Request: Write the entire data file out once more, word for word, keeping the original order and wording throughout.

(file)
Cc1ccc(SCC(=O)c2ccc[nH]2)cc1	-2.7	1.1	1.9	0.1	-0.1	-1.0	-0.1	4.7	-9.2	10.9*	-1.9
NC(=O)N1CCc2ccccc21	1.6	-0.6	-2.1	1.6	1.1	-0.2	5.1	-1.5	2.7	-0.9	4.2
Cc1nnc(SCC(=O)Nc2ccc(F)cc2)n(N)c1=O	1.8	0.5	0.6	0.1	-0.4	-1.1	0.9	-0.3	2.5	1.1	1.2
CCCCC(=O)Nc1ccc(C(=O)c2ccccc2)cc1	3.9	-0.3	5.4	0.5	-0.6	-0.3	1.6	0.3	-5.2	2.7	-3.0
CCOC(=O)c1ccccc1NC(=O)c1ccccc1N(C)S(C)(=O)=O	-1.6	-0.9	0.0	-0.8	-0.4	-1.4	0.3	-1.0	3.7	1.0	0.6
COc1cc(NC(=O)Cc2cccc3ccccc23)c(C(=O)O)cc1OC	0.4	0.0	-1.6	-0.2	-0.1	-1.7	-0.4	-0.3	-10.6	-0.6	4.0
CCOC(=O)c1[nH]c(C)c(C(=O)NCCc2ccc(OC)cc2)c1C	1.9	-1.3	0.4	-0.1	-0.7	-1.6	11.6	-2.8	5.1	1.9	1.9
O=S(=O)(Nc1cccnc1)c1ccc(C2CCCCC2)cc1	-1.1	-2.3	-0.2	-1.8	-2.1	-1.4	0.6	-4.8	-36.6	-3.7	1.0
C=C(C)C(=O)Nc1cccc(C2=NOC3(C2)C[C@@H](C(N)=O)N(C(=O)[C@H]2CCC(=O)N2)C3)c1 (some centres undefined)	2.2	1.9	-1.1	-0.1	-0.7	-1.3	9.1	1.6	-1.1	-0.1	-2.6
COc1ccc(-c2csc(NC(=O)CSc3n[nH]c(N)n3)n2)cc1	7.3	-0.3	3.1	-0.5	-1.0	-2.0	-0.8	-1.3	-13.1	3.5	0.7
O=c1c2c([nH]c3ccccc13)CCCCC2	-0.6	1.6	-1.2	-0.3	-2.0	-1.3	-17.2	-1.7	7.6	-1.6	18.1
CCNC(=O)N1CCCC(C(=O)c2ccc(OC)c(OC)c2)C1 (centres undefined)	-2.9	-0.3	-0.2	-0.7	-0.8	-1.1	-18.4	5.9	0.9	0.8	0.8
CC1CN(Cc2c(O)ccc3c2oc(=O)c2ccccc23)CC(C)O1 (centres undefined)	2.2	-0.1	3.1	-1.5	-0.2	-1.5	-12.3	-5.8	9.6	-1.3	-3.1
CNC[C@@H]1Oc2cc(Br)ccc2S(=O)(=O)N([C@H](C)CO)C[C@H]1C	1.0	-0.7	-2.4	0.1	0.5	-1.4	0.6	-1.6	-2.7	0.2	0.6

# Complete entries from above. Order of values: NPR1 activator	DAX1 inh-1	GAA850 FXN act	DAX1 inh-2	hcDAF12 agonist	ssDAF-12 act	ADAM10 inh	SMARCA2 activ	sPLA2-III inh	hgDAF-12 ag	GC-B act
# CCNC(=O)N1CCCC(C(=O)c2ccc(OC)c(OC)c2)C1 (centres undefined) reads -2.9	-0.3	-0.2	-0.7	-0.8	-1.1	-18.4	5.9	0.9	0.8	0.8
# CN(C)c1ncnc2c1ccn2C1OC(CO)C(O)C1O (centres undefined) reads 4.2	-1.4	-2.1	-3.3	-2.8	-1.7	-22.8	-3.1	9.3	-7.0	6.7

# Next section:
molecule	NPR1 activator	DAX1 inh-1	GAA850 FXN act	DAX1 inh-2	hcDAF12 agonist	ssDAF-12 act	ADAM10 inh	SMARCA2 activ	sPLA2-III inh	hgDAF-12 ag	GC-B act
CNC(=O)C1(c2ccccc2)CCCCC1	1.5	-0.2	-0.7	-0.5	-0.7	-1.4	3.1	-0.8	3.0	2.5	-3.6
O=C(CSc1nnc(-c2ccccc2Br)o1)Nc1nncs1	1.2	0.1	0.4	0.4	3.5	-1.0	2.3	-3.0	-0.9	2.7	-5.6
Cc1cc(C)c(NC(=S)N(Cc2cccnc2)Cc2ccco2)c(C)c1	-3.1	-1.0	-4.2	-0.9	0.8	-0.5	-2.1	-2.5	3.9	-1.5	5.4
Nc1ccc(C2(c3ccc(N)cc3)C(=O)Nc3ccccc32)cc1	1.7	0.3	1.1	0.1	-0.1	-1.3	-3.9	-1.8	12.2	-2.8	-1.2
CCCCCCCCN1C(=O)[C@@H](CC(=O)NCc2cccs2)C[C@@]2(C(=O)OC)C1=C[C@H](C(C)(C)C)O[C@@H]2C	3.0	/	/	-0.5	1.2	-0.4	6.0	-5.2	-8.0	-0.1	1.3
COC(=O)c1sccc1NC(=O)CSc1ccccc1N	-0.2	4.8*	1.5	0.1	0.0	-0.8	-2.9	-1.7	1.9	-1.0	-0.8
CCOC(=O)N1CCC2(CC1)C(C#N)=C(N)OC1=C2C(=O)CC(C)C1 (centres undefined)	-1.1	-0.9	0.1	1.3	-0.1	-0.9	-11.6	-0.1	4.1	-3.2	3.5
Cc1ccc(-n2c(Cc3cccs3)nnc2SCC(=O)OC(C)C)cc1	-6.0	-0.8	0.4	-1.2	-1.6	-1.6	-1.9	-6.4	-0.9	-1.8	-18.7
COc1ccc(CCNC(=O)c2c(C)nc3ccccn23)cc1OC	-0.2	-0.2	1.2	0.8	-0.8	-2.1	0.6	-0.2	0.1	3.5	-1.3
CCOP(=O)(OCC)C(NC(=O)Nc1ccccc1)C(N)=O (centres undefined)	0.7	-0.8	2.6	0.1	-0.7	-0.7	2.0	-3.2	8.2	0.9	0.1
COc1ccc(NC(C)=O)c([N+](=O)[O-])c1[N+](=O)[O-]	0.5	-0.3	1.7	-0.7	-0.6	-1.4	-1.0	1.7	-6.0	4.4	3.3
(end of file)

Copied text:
Cc1ccc(SCC(=O)c2ccc[nH]2)cc1	-2.7	1.1	1.9	0.1	-0.1	-1.0	-0.1	4.7	-9.2	10.9*	-1.9
NC(=O)N1CCc2ccccc21	1.6	-0.6	-2.1	1.6	1.1	-0.2	5.1	-1.5	2.7	-0.9	4.2
Cc1nnc(SCC(=O)Nc2ccc(F)cc2)n(N)c1=O	1.8	0.5	0.6	0.1	-0.4	-1.1	0.9	-0.3	2.5	1.1	1.2
CCCCC(=O)Nc1ccc(C(=O)c2ccccc2)cc1	3.9	-0.3	5.4	0.5	-0.6	-0.3	1.6	0.3	-5.2	2.7	-3.0
CCOC(=O)c1ccccc1NC(=O)c1ccccc1N(C)S(C)(=O)=O	-1.6	-0.9	0.0	-0.8	-0.4	-1.4	0.3	-1.0	3.7	1.0	0.6
COc1cc(NC(=O)Cc2cccc3ccccc23)c(C(=O)O)cc1OC	0.4	0.0	-1.6	-0.2	-0.1	-1.7	-0.4	-0.3	-10.6	-0.6	4.0
CCOC(=O)c1[nH]c(C)c(C(=O)NCCc2ccc(OC)cc2)c1C	1.9	-1.3	0.4	-0.1	-0.7	-1.6	11.6	-2.8	5.1	1.9	1.9
O=S(=O)(Nc1cccnc1)c1ccc(C2CCCCC2)cc1	-1.1	-2.3	-0.2	-1.8	-2.1	-1.4	0.6	-4.8	-36.6	-3.7	1.0
C=C(C)C(=O)Nc1cccc(C2=NOC3(C2)C[C@@H](C(N)=O)N(C(=O)[C@H]2CCC(=O)N2)C3)c1 (some centres undefined)	2.2	1.9	-1.1	-0.1	-0.7	-1.3	9.1	1.6	-1.1	-0.1	-2.6
COc1ccc(-c2csc(NC(=O)CSc3n[nH]c(N)n3)n2)cc1	7.3	-0.3	3.1	-0.5	-1.0	-2.0	-0.8	-1.3	-13.1	3.5	0.7
O=c1c2c([nH]c3ccccc13)CCCCC2	-0.6	1.6	-1.2	-0.3	-2.0	-1.3	-17.2	-1.7	7.6	-1.6	18.1
CCNC(=O)N1CCCC(C(=O)c2ccc(OC)c(OC)c2)C1 (centres undefined)	-2.9	-0.3	-0.2	-0.7	-0.8	-1.1	-18.4	5.9	0.9	0.8	0.8
CC1CN(Cc2c(O)ccc3c2oc(=O)c2ccccc23)CC(C)O1 (centres undefined)	2.2	-0.1	3.1	-1.5	-0.2	-1.5	-12.3	-5.8	9.6	-1.3	-3.1
CNC[C@@H]1Oc2cc(Br)ccc2S(=O)(=O)N([C@H](C)CO)C[C@H]1C	1.0	-0.7	-2.4	0.1	0.5	-1.4	0.6	-1.6	-2.7	0.2	0.6

# Complete entries from above. Order of values: NPR1 activator	DAX1 inh-1	GAA850 FXN act	DAX1 inh-2	hcDAF12 agonist	ssDAF-12 act	ADAM10 inh	SMARCA2 activ	sPLA2-III inh	hgDAF-12 ag	GC-B act
# CCNC(=O)N1CCCC(C(=O)c2ccc(OC)c(OC)c2)C1 (centres undefined) reads -2.9	-0.3	-0.2	-0.7	-0.8	-1.1	-18.4	5.9	0.9	0.8	0.8
# CN(C)c1ncnc2c1ccn2C1OC(CO)C(O)C1O (centres undefined) reads 4.2	-1.4	-2.1	-3.3	-2.8	-1.7	-22.8	-3.1	9.3	-7.0	6.7

# Next section:
molecule	NPR1 activator	DAX1 inh-1	GAA850 FXN act	DAX1 inh-2	hcDAF12 agonist	ssDAF-12 act	ADAM10 inh	SMARCA2 activ	sPLA2-III inh	hgDAF-12 ag	GC-B act
CNC(=O)C1(c2ccccc2)CCCCC1	1.5	-0.2	-0.7	-0.5	-0.7	-1.4	3.1	-0.8	3.0	2.5	-3.6
O=C(CSc1nnc(-c2ccccc2Br)o1)Nc1nncs1	1.2	0.1	0.4	0.4	3.5	-1.0	2.3	-3.0	-0.9	2.7	-5.6
Cc1cc(C)c(NC(=S)N(Cc2cccnc2)Cc2ccco2)c(C)c1	-3.1	-1.0	-4.2	-0.9	0.8	-0.5	-2.1	-2.5	3.9	-1.5	5.4
Nc1ccc(C2(c3ccc(N)cc3)C(=O)Nc3ccccc32)cc1	1.7	0.3	1.1	0.1	-0.1	-1.3	-3.9	-1.8	12.2	-2.8	-1.2
CCCCCCCCN1C(=O)[C@@H](CC(=O)NCc2cccs2)C[C@@]2(C(=O)OC)C1=C[C@H](C(C)(C)C)O[C@@H]2C	3.0	/	/	-0.5	1.2	-0.4	6.0	-5.2	-8.0	-0.1	1.3
COC(=O)c1sccc1NC(=O)CSc1ccccc1N	-0.2	4.8*	1.5	0.1	0.0	-0.8	-2.9	-1.7	1.9	-1.0	-0.8
CCOC(=O)N1CCC2(CC1)C(C#N)=C(N)OC1=C2C(=O)CC(C)C1 (centres undefined)	-1.1	-0.9	0.1	1.3	-0.1	-0.9	-11.6	-0.1	4.1	-3.2	3.5
Cc1ccc(-n2c(Cc3cccs3)nnc2SCC(=O)OC(C)C)cc1	-6.0	-0.8	0.4	-1.2	-1.6	-1.6	-1.9	-6.4	-0.9	-1.8	-18.7
COc1ccc(CCNC(=O)c2c(C)nc3ccccn23)cc1OC	-0.2	-0.2	1.2	0.8	-0.8	-2.1	0.6	-0.2	0.1	3.5	-1.3
CCOP(=O)(OCC)C(NC(=O)Nc1ccccc1)C(N)=O (centres undefined)	0.7	-0.8	2.6	0.1	-0.7	-0.7	2.0	-3.2	8.2	0.9	0.1
COc1ccc(NC(C)=O)c([N+](=O)[O-])c1[N+](=O)[O-]	0.5	-0.3	1.7	-0.7	-0.6	-1.4	-1.0	1.7	-6.0	4.4	3.3